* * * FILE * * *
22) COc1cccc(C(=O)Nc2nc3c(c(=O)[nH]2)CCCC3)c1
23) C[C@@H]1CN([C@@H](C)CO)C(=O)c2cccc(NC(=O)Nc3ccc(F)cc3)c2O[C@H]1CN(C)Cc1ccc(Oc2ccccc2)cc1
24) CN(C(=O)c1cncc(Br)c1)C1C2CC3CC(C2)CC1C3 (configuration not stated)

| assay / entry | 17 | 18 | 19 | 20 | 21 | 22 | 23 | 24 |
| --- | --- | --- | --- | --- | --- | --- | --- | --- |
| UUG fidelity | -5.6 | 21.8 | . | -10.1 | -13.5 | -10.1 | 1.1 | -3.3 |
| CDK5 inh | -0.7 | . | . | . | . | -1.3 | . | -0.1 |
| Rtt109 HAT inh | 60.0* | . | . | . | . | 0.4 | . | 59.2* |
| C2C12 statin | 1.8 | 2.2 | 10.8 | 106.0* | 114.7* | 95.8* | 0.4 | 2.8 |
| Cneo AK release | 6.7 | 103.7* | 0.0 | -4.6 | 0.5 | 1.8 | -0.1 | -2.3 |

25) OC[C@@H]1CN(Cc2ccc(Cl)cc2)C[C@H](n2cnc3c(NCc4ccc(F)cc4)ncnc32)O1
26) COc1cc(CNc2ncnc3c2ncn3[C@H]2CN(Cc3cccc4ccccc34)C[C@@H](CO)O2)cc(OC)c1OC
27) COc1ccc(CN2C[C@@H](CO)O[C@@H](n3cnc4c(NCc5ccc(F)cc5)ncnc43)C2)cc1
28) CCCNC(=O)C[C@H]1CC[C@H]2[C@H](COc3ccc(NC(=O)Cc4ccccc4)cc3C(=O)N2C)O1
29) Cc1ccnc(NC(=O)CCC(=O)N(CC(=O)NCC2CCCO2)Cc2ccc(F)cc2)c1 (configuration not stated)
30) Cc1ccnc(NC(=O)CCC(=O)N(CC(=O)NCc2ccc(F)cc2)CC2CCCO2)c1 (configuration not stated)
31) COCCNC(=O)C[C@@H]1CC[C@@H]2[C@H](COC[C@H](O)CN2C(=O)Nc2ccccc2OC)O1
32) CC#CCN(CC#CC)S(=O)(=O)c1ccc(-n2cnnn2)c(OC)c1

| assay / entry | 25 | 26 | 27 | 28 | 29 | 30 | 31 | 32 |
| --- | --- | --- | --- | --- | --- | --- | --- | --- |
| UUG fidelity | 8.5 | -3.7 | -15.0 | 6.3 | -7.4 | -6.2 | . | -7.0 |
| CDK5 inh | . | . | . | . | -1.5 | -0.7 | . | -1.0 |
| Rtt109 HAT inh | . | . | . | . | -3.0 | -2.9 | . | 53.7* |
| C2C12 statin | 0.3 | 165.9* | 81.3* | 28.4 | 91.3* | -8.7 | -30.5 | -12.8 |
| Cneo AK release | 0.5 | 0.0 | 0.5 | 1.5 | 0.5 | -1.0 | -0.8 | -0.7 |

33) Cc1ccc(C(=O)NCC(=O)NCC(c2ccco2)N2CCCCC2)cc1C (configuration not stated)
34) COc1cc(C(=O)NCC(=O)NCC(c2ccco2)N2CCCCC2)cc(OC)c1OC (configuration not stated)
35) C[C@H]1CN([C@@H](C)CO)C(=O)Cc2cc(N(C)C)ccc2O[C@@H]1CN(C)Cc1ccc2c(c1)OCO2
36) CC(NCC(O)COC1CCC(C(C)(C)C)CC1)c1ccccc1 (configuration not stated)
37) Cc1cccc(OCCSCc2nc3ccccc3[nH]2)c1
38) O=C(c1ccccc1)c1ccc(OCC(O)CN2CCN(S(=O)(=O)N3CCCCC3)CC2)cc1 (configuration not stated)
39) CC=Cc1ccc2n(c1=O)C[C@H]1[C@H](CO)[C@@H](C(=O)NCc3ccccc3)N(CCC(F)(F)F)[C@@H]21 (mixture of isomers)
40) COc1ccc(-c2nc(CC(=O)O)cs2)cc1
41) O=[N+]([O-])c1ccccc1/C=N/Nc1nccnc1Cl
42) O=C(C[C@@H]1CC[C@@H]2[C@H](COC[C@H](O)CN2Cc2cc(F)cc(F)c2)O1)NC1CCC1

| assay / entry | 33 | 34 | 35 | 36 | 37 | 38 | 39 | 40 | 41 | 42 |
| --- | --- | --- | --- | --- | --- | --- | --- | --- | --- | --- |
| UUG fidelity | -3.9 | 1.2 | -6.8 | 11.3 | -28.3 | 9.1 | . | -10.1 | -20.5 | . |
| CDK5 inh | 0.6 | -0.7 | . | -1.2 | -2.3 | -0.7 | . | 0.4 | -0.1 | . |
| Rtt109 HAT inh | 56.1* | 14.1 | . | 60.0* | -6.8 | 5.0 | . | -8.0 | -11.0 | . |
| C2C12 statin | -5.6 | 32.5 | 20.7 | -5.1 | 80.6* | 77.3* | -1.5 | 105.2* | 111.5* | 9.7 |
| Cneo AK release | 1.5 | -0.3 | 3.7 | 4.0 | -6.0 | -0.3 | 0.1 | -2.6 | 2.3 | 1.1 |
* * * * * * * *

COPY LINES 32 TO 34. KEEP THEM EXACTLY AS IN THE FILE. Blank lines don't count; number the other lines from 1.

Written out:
39) CC=Cc1ccc2n(c1=O)C[C@H]1[C@H](CO)[C@@H](C(=O)NCc3ccccc3)N(CCC(F)(F)F)[C@@H]21 (mixture of isomers)
40) COc1ccc(-c2nc(CC(=O)O)cs2)cc1
41) O=[N+]([O-])c1ccccc1/C=N/Nc1nccnc1Cl